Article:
AuGres council unhappy with possible revenue cuts


AuGRES — A personal property tax reform proposal working through the state legislature led to the AuGres City Council expressing their displeasure during a visit from State Rep. Joel Johnson, R-Clare.

The proposal would scrap the tax, which is levied on businesses for equipment and machinery. Since the tax is used by local government entities and schools, City Manager Pat Killingbeck said its loss could have a drastic effect on city services unless the funds are replaced in some other way.

Johnson said the committee working on the proposal is looking at ways to make up the revenue, and he said so far it has found 81 percent of the money.

“We are trying to get rid of it, but we understand we can’t just pull the rug out without replacing it,” Johnson said.

However, Killingbeck said it would still be a sizable cut in revenue for the city even with that 81 percent included.

By her calculations, AuGres would see a 7-percent reduction in its yearly revenues, roughly $46,000. Furthermore, Arenac County would lose about 6.3 percent, or $283,000, she said. Both figures factor in the 81 percent in replacement funding.

AuGres Mayor LaVern Dittenber appeared skeptical of Johnson’s assertion the funding would be covered, citing the state revenue sharing as an example of money being lost to local governments. He said the funds were originally collected as a sales tax for local governments until the state decided to pool it all and divvy it out. Originally, Dittenber added, it was sold to voters with the promise that all of the funds collected would go back to the municipalities.

“Somewhere they took the money in and were reluctant to give it back,” Dittenber said. “It was diverted to the state level and the smaller entities were left holding the bag.”

Johnson said he did not want to leave smaller governmental units in the lurch, and pointed out that Gov. Rick Snyder proposed increasing the constitutionally mandated state revenue sharing by 2 percent.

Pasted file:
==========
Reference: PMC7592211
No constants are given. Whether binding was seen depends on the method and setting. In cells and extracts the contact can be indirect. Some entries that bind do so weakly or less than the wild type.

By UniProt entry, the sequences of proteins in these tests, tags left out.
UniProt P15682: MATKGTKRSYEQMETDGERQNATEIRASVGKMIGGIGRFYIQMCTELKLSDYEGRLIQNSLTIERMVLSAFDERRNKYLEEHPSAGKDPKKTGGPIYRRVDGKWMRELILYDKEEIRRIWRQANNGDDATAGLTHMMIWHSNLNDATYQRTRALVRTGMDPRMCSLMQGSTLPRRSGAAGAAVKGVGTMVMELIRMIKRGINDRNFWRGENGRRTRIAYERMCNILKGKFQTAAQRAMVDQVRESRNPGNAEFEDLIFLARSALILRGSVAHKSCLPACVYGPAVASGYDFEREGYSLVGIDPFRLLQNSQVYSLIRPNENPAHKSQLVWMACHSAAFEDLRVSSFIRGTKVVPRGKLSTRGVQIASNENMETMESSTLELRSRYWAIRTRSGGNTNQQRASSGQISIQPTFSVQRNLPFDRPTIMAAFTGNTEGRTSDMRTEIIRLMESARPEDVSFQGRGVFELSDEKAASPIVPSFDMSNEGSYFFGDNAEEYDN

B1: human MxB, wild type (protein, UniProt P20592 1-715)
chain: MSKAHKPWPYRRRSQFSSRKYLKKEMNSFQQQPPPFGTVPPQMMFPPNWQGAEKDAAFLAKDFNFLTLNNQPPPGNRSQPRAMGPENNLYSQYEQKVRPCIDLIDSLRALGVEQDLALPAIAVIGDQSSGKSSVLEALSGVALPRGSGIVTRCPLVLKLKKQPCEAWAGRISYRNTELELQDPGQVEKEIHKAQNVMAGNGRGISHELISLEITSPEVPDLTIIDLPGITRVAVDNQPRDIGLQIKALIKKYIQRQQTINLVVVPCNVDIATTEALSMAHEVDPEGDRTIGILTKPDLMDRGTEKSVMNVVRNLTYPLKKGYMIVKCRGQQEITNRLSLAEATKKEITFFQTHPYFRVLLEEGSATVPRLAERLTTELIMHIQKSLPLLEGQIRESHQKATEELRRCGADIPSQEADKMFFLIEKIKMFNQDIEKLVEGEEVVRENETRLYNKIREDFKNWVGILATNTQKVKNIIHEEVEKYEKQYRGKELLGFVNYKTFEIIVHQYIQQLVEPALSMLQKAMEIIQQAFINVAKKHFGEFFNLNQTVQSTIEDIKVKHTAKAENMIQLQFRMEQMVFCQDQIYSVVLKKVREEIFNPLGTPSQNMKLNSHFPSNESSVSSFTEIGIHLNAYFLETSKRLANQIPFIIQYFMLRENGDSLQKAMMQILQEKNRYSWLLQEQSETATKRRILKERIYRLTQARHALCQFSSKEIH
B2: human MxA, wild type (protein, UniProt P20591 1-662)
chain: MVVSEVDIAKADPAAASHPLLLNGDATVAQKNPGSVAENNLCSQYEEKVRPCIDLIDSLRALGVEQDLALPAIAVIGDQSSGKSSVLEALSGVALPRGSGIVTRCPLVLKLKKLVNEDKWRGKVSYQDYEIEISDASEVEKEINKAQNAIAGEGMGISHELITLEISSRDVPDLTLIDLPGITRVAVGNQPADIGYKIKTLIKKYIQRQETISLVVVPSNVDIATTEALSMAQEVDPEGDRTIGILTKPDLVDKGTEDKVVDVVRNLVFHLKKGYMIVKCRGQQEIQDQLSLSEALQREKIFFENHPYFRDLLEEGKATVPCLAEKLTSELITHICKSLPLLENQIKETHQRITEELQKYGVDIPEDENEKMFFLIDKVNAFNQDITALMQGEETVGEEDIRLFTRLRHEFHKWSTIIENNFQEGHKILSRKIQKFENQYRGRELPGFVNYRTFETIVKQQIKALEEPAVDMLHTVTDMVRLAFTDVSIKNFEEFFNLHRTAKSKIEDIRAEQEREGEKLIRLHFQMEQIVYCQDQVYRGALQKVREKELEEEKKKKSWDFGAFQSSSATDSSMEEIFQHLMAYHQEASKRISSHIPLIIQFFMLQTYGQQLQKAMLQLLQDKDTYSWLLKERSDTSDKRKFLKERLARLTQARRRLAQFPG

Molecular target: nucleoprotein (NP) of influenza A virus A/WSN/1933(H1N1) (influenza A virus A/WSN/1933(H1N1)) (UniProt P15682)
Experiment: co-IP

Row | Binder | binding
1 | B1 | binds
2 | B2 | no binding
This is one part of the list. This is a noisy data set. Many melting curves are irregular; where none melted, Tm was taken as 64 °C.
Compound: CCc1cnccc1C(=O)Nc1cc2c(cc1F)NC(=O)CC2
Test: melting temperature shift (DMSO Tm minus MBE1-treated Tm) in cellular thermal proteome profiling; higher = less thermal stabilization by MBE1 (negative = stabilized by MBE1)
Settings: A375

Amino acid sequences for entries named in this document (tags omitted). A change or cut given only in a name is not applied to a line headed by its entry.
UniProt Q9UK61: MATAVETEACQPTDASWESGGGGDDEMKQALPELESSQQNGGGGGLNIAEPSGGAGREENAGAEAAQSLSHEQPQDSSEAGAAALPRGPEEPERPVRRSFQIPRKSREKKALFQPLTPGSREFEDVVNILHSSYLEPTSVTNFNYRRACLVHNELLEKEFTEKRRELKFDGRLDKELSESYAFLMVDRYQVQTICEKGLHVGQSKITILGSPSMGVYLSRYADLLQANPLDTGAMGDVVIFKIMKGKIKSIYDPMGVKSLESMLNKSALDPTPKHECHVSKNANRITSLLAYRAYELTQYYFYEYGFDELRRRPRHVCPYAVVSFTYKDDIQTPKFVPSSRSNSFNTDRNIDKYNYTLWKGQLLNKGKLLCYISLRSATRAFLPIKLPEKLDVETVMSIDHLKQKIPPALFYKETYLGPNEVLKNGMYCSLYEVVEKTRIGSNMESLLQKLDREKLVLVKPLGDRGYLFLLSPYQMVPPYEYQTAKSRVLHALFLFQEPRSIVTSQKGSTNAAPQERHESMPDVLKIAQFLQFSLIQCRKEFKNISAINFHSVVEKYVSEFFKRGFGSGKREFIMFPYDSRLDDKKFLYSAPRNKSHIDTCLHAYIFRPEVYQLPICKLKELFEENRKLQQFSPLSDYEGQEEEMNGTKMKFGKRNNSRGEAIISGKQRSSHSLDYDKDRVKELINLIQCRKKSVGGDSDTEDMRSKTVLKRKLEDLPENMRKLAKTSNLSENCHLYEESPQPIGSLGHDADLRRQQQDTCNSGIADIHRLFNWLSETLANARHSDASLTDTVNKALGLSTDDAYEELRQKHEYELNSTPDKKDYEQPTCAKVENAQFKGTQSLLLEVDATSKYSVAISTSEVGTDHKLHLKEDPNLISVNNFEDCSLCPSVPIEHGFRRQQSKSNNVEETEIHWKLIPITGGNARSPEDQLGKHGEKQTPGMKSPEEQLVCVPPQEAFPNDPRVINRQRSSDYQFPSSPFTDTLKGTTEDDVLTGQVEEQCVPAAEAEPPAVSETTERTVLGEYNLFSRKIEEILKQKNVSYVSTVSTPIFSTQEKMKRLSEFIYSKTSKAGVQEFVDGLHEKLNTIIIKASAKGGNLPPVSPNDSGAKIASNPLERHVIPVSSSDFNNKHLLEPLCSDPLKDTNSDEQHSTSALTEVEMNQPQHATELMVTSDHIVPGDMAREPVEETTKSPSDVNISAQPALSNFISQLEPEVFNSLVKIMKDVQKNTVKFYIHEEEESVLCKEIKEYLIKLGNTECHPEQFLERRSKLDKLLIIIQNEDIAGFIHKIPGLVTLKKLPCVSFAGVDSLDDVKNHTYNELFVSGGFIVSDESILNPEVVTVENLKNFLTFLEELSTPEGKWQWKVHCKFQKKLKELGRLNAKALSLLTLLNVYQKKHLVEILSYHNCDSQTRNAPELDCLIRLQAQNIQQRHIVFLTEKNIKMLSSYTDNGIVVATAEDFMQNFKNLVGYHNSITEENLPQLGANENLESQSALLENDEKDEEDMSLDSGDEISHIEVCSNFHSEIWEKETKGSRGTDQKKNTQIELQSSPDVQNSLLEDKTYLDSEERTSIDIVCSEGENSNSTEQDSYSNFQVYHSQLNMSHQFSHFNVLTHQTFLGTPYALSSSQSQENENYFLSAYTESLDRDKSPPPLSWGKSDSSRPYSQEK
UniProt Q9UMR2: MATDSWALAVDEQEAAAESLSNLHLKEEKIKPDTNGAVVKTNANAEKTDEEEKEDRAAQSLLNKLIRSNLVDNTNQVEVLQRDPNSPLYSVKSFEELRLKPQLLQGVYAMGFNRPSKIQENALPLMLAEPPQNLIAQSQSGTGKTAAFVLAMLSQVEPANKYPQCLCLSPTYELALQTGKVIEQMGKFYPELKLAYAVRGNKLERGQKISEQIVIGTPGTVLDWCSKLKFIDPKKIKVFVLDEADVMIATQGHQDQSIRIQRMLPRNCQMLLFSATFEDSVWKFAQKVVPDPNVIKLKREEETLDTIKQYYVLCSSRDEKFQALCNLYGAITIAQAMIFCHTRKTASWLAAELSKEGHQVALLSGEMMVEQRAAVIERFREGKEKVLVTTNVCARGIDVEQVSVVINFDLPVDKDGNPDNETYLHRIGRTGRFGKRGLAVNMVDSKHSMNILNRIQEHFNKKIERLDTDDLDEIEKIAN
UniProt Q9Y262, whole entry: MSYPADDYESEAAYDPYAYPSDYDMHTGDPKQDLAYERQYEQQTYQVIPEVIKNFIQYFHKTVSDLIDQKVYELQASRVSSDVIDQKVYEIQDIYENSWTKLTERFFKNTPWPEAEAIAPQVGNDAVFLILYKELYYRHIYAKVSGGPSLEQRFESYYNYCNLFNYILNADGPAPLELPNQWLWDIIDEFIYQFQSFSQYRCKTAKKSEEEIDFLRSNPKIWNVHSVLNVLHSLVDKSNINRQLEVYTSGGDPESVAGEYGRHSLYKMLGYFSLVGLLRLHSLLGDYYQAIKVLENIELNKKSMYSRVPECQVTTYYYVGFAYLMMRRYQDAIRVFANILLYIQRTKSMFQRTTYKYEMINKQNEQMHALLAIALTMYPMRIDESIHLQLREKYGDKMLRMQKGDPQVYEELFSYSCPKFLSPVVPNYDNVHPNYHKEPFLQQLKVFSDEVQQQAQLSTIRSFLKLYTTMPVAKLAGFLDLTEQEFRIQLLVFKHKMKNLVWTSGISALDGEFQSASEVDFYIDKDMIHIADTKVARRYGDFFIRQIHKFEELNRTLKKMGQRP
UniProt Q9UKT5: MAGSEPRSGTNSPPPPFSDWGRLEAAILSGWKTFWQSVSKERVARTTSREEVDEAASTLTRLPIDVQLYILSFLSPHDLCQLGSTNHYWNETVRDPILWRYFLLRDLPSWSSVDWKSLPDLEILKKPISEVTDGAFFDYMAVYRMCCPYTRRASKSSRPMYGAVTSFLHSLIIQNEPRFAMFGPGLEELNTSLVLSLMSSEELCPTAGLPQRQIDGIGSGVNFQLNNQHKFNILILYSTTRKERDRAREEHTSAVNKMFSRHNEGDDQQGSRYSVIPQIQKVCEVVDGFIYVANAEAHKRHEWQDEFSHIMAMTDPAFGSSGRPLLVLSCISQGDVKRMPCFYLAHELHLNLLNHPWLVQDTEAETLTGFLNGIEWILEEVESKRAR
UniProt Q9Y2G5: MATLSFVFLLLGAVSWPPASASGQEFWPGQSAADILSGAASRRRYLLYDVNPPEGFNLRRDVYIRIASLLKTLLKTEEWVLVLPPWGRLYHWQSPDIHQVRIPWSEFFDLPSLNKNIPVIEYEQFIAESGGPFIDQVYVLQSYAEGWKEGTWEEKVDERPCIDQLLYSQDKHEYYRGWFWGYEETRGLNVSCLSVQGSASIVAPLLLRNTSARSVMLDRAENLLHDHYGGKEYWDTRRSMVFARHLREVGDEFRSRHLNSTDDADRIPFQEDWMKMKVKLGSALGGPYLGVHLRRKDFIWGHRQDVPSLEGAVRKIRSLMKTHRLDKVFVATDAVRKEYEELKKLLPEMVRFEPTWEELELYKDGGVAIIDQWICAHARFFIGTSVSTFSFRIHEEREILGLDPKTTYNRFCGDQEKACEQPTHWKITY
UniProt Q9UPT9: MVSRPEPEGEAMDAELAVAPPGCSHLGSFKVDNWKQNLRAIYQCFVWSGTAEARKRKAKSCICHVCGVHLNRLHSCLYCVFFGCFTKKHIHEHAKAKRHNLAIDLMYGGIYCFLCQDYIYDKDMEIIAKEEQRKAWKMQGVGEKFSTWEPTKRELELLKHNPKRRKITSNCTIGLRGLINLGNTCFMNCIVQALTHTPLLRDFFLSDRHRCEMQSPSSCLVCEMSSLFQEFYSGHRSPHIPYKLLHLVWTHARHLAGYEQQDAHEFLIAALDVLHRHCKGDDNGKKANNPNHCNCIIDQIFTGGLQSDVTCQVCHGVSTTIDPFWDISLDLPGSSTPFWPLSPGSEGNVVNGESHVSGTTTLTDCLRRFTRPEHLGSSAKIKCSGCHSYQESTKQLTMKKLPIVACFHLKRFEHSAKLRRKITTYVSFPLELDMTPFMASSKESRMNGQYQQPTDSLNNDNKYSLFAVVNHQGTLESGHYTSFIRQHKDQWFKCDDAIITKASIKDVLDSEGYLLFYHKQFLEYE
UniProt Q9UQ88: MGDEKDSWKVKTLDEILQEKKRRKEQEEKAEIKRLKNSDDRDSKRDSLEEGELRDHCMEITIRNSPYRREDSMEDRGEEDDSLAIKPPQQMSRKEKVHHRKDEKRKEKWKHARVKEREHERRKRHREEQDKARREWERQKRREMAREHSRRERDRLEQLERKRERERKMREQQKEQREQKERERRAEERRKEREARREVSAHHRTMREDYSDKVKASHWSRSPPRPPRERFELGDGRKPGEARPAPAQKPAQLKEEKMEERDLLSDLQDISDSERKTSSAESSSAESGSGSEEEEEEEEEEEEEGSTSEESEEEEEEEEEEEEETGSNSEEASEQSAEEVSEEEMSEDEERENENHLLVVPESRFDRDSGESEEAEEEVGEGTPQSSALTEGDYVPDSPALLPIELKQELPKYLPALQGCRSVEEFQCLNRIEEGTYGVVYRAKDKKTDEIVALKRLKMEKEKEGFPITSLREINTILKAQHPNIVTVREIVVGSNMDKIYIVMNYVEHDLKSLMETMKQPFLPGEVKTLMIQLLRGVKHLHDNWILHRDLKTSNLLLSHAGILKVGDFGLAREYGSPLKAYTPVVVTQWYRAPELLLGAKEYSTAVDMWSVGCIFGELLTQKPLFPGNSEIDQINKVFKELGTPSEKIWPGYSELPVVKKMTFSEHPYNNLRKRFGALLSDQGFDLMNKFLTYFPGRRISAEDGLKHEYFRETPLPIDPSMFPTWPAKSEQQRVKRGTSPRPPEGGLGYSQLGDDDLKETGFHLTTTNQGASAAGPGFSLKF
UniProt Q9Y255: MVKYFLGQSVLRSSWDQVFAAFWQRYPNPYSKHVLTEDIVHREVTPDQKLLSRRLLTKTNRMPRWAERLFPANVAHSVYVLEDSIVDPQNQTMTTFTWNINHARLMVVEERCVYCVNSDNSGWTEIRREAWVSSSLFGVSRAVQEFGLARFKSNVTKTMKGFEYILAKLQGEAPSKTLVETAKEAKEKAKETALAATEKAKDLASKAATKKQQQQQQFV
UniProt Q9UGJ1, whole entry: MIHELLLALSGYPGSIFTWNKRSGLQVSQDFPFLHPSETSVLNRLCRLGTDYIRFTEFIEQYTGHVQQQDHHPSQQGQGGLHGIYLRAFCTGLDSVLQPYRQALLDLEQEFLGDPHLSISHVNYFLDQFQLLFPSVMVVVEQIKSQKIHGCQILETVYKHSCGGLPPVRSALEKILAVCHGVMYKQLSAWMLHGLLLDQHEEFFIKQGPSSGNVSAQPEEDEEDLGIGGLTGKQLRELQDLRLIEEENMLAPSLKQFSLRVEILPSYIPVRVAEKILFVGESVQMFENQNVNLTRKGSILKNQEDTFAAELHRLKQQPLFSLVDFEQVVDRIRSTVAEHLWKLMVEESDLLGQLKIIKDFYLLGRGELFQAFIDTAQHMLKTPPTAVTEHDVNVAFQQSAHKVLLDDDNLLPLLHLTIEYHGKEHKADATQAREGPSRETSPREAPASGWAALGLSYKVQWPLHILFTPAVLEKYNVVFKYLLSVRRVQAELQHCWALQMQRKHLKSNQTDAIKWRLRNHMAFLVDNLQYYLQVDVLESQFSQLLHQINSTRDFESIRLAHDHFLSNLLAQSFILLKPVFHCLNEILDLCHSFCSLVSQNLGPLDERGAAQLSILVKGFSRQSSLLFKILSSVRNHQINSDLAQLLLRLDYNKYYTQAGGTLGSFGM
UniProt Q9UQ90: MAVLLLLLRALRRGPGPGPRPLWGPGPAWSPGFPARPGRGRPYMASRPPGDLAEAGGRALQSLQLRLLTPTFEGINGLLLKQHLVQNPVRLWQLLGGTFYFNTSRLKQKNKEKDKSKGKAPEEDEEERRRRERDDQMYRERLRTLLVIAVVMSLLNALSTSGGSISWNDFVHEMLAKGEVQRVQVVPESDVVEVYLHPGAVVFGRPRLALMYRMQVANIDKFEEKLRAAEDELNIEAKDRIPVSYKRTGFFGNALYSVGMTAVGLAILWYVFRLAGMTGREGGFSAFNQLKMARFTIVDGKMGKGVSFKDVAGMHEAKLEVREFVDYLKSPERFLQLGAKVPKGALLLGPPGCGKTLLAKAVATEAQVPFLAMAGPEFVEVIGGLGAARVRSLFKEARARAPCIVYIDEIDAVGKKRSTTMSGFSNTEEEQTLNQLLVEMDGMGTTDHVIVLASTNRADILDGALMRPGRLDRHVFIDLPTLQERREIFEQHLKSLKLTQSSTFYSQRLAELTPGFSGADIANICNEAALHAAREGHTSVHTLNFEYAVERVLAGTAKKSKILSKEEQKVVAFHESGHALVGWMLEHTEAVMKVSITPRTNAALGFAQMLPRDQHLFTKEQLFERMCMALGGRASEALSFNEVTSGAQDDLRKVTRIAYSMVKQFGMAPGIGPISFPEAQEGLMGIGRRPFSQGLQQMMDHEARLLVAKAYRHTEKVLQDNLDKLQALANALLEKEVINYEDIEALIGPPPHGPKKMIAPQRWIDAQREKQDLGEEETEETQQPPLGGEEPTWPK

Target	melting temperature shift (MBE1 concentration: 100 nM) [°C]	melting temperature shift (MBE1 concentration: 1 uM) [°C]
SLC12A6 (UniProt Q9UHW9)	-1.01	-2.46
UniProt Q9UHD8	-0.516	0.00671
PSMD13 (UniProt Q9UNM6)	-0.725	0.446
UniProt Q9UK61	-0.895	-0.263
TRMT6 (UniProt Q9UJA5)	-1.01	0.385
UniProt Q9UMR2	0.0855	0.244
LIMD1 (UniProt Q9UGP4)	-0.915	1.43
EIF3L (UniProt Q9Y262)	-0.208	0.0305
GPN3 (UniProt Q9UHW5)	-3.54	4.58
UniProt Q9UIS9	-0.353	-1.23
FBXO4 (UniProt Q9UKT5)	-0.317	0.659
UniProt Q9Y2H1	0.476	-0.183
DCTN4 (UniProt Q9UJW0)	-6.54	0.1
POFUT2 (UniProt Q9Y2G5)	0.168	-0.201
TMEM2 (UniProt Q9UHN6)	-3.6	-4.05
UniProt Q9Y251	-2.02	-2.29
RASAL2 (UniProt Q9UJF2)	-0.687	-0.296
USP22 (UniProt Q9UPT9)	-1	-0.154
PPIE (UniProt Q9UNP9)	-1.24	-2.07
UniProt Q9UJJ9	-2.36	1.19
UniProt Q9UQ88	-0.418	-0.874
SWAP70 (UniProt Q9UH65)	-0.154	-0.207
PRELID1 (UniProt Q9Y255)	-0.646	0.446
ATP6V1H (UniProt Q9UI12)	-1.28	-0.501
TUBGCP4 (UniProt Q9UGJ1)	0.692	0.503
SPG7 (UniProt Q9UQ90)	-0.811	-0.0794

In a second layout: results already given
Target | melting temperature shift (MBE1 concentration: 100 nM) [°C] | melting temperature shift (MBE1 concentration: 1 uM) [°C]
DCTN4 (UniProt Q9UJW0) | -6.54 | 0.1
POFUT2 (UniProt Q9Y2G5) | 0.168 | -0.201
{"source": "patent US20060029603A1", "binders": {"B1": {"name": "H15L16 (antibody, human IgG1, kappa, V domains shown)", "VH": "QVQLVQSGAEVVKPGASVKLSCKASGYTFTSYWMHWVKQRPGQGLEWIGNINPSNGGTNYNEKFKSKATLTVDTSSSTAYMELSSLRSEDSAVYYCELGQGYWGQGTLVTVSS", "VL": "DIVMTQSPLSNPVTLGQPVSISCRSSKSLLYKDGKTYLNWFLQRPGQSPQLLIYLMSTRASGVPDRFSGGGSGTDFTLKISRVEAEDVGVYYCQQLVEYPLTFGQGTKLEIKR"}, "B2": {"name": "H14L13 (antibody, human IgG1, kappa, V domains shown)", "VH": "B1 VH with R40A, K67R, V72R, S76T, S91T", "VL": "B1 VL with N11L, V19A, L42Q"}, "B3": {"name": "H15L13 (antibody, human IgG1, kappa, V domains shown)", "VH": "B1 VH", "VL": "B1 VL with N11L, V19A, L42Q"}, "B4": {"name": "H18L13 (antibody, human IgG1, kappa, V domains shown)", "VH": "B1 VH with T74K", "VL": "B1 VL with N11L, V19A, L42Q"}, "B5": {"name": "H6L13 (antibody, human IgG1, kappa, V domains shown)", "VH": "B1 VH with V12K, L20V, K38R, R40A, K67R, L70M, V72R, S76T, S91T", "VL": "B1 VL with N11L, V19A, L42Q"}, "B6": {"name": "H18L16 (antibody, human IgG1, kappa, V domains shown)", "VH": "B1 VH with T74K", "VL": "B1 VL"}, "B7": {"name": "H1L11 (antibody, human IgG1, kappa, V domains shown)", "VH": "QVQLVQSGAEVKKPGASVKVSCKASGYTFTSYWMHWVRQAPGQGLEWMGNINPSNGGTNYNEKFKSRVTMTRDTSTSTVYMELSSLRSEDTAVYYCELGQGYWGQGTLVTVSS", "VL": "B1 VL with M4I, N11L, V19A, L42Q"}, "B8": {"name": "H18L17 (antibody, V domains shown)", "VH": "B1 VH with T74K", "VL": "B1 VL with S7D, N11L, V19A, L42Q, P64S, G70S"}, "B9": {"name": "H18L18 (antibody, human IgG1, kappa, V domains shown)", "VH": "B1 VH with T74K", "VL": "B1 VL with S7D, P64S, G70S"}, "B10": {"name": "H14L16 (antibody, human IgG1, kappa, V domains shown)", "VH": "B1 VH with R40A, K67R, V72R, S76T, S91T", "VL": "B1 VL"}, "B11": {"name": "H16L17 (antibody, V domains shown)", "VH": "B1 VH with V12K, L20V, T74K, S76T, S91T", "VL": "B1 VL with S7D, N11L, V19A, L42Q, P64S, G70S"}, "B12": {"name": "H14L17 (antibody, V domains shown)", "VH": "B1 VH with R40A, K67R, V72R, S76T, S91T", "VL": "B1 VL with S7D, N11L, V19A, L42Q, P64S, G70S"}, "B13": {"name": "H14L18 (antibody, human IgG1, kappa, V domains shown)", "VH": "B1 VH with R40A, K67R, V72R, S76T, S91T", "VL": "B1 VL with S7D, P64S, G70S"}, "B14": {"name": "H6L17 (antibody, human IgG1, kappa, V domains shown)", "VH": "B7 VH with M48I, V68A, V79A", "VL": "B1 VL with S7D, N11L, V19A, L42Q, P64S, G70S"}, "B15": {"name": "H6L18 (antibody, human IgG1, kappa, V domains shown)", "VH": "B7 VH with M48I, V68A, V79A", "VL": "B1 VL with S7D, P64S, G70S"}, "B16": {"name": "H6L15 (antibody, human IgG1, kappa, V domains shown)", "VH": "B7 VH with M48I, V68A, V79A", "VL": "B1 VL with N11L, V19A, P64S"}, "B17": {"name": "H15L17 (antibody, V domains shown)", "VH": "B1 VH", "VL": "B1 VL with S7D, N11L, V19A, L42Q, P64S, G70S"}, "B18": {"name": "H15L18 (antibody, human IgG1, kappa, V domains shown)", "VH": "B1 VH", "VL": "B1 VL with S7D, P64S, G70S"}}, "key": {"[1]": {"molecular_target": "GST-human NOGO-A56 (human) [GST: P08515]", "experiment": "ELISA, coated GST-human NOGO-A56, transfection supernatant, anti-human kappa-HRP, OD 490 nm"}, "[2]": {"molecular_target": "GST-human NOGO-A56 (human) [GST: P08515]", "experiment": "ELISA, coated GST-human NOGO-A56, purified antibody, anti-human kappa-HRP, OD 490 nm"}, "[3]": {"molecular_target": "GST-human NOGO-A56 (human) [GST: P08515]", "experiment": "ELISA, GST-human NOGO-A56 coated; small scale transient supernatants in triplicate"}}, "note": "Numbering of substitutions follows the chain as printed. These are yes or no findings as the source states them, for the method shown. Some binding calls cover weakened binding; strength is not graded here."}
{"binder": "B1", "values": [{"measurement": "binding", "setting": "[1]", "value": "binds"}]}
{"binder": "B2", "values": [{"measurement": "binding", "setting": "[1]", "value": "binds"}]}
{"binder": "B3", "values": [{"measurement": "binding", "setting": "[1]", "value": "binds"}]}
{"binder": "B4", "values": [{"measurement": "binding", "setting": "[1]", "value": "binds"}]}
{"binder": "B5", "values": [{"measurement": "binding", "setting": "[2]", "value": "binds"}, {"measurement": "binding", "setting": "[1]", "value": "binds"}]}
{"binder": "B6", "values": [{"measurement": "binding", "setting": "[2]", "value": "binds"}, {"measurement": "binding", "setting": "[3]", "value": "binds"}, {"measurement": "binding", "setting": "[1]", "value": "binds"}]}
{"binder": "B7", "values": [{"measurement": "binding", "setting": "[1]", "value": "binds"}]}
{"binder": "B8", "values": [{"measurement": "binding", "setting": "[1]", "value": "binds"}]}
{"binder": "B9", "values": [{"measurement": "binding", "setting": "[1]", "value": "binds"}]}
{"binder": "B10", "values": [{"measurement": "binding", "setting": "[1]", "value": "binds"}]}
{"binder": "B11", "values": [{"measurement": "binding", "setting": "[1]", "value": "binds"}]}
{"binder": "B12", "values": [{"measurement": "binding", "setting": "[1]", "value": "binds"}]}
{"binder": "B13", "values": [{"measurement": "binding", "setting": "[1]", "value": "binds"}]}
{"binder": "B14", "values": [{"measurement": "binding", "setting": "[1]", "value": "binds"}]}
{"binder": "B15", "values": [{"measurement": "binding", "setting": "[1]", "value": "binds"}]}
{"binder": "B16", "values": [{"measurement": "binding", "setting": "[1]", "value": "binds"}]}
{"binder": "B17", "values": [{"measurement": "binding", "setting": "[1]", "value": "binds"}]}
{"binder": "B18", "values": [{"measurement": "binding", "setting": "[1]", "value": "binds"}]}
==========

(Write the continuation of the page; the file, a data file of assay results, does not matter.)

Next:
In addition, he said Snyder proposed an additional 7-percent increase for fulfilling as-yet unannounced “best practices,” something the AuGres council was wary of.

Killingbeck pointed out the city already consolidates many services, to the extent that fulfilling additional requirements for the current fiscal year’s best practices funding did not earn the city any notable savings.

Dittenber said he did not believe the city had gotten credit for consolidation efforts it had been doing already, something Johnson said he would look into further. He said his understanding was that the city should have gotten credit for it.

Johnson said he was also pushing to equalize the funding schools receive through Proposal A, which was a selling point for the constitutional amendment when it passed in 1994. Johnson pointed out the schools in his district received about $6,846 per pupil per year in state foundation allowance funding, while schools elsewhere in the state receive about $8,000.

Johnson is proposing increasing the amount received for districts receiving less while decreasing the amount going to the districts receiving more money, over the course of three years. He believed that would provide enough time for those districts losing funding to adjust their budgets.

Councilman Keith Edmonds criticized Proposal A, saying that overall the funds collected by the state being used for schools are less than they should be.

“When are my kids going to stop suffering due to cuts at the state level?” Edmonds said. “The state should give back to the schools like it’s supposed to.”



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